Since she did not eat any food that night, the police suspect a 45-year-old mother of seven children poisoned her family on Monday night.
Safia lost her five daughters, aged between five to 22 years, after the whole family had dinner at their home in Gulshan-e-Maymar. Her husband, Ghulam Murtaza, a son and her sixth daughter are struggling for their lives.
At Jinnah hospital’s ward for poisonous patients, Safia covered in a blue shawl winced in pain but officers insisted she was just pretending to be sick. The police base their suspicions on the woman’s statement that she did not eat anything, and therefore did not fall critically ill like her others family members did.
“Everyone had food except for her. We think she is behind the murder,” said Sohrab Goth SHO Naeem Khan. Officers standing next to him in the ICU looked perplexed and whispered: “Why would she kill her own children? Why did she do it?” As the authorities try to resolve this mystery, an inspector has been posted at the hospital to keep an eye on Safia.
Though conscious, Safia has not spoken about the tragic incident. She kept insisting the doctors remove the tube from her nose. The doctors are, however, tight-lipped about whether she was poisoned or not.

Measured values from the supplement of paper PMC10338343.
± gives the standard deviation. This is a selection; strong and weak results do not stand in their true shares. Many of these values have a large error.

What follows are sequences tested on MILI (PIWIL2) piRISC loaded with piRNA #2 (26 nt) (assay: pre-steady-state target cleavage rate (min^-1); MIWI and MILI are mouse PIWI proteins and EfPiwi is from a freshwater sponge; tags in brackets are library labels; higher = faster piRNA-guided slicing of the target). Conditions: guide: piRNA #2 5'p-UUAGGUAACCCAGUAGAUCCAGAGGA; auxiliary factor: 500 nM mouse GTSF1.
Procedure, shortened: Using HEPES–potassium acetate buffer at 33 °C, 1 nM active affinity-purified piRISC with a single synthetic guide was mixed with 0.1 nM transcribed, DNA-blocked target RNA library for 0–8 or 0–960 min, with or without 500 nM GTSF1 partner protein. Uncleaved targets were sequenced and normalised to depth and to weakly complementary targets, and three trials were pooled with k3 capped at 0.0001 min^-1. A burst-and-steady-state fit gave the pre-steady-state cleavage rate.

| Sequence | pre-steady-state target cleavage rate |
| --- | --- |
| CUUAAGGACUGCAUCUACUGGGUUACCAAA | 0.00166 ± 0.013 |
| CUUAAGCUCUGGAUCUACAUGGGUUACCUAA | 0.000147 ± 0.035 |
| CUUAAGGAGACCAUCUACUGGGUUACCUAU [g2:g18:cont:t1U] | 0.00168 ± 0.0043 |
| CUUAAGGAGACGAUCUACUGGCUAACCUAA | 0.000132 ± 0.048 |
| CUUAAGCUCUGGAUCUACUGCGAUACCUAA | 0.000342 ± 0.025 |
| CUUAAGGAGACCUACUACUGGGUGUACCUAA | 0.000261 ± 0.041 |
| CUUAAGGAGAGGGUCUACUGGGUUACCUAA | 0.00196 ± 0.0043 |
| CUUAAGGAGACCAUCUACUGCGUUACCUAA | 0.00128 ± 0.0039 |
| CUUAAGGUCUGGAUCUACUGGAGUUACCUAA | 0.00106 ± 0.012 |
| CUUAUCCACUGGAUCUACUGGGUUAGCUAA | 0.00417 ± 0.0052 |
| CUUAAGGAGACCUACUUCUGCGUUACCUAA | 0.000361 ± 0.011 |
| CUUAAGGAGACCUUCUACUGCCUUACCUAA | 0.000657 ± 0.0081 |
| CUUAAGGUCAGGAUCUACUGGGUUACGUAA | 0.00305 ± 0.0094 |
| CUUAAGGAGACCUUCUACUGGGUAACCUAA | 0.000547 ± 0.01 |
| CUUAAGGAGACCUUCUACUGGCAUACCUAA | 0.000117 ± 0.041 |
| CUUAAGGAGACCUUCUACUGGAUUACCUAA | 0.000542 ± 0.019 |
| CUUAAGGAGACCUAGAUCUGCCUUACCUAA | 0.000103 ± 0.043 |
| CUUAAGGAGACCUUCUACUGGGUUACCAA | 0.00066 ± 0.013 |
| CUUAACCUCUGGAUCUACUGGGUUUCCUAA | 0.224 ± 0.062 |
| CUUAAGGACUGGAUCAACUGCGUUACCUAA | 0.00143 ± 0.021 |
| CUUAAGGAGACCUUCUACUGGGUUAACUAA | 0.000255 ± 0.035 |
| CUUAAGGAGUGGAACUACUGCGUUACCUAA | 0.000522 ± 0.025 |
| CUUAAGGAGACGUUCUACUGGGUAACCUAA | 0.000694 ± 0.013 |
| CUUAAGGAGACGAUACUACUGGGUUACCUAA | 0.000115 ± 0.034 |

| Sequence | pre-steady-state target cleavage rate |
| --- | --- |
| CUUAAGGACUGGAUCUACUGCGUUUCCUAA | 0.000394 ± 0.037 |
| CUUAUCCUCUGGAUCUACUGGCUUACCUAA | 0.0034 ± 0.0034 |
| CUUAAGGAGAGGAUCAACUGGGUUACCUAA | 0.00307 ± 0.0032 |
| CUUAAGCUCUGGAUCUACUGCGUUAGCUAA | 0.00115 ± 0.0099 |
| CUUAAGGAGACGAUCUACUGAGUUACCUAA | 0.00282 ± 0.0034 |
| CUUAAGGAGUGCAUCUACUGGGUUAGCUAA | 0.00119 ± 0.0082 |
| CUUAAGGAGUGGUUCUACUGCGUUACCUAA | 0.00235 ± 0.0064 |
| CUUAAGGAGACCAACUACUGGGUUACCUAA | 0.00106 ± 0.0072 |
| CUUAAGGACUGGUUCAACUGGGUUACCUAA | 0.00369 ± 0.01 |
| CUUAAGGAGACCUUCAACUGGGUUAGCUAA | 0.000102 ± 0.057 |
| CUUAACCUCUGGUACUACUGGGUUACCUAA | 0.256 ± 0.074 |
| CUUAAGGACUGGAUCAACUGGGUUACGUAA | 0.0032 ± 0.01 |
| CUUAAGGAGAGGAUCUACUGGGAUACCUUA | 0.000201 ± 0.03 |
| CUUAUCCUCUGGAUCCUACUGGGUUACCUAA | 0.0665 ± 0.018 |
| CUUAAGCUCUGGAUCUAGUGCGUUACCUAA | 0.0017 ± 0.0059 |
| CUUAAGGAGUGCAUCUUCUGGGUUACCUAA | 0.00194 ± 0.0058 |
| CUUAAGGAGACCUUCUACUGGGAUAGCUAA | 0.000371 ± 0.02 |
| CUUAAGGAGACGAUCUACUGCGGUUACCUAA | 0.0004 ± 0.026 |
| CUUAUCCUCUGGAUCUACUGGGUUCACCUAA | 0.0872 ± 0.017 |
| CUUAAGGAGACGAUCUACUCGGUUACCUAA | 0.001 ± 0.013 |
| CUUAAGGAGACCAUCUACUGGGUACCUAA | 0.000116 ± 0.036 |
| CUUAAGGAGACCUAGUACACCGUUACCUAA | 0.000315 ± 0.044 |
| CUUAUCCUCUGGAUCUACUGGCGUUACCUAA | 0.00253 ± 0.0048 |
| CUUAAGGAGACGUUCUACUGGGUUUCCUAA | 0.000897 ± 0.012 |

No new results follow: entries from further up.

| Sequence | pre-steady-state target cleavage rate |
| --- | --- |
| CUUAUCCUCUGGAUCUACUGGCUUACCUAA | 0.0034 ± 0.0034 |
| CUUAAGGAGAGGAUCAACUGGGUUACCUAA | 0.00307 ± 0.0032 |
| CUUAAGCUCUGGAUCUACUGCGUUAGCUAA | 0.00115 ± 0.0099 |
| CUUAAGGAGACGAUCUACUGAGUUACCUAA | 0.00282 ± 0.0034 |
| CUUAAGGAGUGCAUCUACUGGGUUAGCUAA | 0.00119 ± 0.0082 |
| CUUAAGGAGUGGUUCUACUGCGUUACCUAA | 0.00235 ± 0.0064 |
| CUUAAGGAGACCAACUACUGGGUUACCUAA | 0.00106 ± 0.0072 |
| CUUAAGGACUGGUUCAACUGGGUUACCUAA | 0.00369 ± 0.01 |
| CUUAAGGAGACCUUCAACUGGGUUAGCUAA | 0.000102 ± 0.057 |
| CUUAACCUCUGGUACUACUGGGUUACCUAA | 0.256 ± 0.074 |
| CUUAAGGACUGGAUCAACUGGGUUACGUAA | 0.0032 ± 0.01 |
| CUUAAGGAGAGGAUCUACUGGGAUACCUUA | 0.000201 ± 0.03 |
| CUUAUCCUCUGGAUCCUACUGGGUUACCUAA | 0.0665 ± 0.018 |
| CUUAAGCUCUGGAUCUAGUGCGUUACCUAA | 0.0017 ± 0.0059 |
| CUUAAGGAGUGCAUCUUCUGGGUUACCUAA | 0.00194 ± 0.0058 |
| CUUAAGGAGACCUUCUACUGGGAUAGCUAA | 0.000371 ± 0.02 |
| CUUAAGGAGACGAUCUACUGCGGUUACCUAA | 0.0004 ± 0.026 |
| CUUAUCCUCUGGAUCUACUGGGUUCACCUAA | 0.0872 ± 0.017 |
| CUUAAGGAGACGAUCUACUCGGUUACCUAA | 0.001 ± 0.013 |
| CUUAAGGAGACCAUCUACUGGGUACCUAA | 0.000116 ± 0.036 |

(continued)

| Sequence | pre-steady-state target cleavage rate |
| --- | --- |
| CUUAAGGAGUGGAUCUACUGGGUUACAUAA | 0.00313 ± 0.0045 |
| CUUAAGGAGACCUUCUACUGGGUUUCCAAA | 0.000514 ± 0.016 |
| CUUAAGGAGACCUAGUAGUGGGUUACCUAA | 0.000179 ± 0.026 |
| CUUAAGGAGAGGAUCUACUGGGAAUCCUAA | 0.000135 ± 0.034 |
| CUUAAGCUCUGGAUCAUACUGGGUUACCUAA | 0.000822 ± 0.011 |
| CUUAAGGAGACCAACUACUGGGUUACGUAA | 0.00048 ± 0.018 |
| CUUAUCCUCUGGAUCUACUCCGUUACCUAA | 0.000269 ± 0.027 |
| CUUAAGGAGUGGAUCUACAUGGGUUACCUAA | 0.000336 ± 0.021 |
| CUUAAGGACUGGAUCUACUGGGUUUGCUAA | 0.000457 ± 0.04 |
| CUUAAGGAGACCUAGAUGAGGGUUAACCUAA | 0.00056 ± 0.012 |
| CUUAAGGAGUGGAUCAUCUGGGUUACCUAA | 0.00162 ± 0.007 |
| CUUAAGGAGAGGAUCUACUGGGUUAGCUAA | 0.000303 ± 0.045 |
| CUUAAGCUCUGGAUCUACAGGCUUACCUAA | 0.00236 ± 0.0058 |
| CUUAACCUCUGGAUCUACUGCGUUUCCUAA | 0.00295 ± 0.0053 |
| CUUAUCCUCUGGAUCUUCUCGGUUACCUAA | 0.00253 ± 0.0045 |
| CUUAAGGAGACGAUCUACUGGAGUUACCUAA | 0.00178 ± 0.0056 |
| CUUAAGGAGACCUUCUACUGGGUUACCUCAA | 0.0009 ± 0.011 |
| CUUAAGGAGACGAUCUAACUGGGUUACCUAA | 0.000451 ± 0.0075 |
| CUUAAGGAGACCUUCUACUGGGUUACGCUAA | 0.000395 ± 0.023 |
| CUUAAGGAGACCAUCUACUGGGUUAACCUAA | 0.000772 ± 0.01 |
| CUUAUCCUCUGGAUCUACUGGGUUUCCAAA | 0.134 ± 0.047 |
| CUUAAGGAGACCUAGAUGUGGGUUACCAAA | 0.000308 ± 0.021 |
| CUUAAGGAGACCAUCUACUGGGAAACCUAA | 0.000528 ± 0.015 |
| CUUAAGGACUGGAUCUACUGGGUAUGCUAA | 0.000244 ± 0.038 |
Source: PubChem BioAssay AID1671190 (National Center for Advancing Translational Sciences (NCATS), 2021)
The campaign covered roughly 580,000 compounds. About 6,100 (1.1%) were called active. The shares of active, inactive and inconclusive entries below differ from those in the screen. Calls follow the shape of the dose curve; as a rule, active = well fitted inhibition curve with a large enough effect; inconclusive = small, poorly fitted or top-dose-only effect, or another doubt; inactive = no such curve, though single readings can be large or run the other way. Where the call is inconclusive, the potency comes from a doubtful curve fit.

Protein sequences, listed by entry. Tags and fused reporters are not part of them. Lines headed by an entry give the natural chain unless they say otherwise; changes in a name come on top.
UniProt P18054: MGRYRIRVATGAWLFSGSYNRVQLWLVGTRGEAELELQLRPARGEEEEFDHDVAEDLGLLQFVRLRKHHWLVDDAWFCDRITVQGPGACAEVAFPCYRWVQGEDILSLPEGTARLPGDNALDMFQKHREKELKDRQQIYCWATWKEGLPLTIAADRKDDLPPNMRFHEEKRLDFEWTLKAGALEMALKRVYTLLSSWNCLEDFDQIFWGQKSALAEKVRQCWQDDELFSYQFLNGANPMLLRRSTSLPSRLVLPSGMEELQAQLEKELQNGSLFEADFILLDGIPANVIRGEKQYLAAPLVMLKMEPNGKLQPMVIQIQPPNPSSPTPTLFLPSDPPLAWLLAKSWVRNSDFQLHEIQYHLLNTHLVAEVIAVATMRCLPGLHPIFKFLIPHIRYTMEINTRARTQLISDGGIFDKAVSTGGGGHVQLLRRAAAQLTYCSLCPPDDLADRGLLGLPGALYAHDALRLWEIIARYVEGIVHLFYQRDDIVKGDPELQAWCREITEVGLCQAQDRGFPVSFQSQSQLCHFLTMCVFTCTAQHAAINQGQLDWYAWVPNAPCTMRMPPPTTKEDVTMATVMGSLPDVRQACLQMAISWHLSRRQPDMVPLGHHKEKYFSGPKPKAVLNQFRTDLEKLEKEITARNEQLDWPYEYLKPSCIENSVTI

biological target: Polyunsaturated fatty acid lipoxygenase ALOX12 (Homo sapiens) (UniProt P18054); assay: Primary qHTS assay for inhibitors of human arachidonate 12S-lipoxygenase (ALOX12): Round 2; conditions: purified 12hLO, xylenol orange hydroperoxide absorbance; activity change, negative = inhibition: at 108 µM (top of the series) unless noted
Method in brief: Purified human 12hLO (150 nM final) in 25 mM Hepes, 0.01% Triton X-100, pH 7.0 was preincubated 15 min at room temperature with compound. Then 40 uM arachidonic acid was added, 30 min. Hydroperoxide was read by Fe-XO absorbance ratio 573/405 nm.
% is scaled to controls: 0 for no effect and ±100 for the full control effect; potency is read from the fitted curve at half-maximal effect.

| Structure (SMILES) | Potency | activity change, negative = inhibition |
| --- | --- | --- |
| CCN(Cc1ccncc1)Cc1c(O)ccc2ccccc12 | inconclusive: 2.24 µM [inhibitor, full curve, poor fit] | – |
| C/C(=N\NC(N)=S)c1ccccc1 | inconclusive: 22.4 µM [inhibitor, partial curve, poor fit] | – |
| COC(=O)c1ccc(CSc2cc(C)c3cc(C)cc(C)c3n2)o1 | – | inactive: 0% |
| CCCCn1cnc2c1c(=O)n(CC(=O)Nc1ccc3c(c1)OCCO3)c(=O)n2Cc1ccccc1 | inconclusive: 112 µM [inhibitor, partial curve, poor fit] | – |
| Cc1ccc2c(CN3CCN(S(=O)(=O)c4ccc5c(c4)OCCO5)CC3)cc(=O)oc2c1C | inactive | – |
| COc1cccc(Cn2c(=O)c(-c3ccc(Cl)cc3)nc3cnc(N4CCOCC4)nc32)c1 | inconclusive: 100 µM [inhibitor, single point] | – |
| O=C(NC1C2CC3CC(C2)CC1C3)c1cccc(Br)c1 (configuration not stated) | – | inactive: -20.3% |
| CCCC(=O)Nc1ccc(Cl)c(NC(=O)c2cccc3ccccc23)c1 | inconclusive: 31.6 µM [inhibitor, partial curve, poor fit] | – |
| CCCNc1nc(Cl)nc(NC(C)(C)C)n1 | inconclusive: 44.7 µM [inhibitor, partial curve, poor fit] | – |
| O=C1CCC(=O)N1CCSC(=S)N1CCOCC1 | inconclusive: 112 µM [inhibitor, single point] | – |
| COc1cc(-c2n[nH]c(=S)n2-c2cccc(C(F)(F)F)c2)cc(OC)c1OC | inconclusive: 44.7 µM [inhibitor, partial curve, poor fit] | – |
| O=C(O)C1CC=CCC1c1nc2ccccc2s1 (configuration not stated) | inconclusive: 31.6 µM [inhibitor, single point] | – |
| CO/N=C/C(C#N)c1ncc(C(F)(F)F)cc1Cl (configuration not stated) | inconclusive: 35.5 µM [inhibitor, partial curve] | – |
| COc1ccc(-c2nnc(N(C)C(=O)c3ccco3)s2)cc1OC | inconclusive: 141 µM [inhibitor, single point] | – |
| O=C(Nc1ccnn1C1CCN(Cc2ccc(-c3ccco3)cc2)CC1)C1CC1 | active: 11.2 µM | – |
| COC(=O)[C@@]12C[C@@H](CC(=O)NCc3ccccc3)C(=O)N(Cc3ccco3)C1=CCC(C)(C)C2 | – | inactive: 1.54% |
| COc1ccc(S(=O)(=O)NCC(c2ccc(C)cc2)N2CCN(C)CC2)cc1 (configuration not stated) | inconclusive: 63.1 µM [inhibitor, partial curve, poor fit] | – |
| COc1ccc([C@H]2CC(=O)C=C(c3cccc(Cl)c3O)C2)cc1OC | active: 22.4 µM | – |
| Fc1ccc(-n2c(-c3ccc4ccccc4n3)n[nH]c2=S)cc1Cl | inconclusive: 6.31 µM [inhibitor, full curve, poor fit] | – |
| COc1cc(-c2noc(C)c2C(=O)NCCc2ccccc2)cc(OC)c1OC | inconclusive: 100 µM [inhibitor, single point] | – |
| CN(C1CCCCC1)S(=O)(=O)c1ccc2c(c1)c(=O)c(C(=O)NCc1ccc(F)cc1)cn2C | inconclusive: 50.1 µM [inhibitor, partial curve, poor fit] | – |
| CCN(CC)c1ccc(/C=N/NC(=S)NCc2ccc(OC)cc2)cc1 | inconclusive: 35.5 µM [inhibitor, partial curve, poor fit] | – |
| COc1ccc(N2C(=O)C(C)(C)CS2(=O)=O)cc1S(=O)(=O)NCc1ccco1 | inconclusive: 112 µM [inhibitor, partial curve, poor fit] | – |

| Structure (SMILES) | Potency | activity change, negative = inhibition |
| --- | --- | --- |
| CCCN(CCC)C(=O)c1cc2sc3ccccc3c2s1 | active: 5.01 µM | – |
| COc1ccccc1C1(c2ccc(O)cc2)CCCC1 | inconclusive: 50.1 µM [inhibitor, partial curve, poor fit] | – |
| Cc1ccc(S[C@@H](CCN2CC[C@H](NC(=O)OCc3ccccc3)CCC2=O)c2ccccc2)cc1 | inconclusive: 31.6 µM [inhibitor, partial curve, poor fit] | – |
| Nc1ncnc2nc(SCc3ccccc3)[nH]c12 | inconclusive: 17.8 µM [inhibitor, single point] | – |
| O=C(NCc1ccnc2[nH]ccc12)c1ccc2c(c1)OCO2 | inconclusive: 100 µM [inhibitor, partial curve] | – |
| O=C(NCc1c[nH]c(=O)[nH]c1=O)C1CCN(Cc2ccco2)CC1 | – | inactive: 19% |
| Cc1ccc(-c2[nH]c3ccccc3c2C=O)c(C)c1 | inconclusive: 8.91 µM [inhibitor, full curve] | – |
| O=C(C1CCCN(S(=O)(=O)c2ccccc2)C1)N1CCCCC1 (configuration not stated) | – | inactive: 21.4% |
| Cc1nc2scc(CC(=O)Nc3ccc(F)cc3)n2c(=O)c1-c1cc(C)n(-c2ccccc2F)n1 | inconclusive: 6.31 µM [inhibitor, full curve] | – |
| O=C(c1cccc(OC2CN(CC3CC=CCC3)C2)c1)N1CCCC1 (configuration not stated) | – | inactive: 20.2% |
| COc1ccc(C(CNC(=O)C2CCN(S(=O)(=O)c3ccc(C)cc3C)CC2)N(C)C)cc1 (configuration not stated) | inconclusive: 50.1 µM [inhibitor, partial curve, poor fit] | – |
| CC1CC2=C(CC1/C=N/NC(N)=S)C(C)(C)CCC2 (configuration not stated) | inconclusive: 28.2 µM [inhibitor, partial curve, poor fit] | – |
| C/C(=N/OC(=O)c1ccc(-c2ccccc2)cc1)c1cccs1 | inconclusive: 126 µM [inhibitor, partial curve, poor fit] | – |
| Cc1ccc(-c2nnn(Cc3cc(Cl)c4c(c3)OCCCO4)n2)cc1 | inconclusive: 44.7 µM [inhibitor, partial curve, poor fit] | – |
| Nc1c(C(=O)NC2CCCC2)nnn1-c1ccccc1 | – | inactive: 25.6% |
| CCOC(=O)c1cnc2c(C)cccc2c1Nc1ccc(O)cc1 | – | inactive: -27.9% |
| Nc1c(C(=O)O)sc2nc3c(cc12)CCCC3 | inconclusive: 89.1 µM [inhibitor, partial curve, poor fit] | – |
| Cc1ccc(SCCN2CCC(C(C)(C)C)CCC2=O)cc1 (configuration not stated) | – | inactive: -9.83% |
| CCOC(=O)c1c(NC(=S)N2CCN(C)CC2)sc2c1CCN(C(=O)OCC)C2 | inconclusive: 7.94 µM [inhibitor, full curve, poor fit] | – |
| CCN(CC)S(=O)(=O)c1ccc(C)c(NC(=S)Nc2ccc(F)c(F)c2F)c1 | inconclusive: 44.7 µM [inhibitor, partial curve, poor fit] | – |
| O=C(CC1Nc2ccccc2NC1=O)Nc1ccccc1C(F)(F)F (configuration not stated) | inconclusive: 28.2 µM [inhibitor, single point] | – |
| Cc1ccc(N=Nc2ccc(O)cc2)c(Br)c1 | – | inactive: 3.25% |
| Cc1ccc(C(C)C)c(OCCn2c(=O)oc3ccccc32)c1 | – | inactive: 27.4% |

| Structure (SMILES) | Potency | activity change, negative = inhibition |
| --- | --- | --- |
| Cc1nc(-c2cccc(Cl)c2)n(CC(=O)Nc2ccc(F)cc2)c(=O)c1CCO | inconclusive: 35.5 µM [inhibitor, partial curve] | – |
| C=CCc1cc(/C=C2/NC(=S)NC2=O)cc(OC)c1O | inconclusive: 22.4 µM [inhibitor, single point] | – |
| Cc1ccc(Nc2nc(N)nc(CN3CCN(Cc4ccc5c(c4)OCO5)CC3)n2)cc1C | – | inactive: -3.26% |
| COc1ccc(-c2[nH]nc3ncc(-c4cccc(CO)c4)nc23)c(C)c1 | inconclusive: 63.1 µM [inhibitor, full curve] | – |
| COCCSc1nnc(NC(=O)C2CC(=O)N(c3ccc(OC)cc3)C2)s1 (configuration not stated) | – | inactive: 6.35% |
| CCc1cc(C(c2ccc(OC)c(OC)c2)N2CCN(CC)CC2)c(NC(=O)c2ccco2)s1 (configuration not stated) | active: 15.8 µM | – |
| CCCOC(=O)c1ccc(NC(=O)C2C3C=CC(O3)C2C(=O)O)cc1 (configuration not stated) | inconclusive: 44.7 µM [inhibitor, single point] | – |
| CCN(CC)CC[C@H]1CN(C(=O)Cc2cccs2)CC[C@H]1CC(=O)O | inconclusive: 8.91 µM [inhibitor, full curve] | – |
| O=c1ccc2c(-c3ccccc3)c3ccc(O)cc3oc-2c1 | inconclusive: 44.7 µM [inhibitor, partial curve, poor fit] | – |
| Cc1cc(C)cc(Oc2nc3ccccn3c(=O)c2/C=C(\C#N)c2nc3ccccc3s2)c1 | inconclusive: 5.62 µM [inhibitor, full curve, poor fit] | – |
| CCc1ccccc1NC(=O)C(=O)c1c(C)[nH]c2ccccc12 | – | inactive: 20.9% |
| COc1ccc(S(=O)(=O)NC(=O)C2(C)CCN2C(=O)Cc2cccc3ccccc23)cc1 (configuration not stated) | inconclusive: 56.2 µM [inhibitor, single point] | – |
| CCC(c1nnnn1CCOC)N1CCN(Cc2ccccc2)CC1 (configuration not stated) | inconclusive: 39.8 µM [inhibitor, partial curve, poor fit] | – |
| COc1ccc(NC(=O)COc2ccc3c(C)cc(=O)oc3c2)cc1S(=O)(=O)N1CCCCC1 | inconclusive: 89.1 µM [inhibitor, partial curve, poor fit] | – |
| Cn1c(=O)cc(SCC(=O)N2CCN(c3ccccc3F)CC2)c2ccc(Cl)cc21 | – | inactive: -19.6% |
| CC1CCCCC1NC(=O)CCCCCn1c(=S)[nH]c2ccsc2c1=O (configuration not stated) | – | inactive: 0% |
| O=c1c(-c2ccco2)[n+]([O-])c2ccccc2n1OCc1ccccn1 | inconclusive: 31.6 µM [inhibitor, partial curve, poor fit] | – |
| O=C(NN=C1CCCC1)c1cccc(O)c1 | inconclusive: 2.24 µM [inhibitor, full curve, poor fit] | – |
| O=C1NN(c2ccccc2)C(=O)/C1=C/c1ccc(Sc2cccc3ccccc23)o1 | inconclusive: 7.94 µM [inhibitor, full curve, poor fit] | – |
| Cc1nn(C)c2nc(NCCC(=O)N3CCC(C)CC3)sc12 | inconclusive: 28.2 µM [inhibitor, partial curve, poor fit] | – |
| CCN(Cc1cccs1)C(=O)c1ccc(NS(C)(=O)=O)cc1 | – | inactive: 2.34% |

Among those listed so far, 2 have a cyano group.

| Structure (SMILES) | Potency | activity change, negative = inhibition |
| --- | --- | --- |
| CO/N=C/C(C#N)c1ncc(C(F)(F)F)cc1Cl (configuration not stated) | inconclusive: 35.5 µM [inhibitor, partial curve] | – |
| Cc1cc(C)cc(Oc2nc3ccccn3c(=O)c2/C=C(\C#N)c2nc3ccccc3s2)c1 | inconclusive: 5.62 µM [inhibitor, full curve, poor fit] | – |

Meanwhile, her husband, an employee of the Karachi Water and Sewerage Board who had also started his own property business, was in critical condition. The police stood around the bulky man, wanting to record his statement, but as his breathing subsided, he was shifted to another ICU and put on ventilator.
The surviving daughter was lying unconscious and the son was admitted to a private hospital. Tearful relatives, some of them who had come from their hometown in Larkana, said that they had no clue what led to the poisoning. “We don’t know what happened,” said Aijaz. The bodies of the five girls are still lying at the Edhi morgue and have yet to be released to the family for burial.
The police have sent samples of the food suspected to be poisoned for testing. They do, however, believe that the poison was mixed in the dough of the roti because that is a common item everyone had.
The family did not have anything from outside for dinner. There was khichdi [rice and lentils] and potatoes with chapatti for dinner, but all the affected persons had consumed the roti, an investigator said.
The post-mortem report of the deceased have, however, been withheld but the police believe that there was rat poison mixed in the rotis.
Published in The Express Tribune, August 7th, 2013.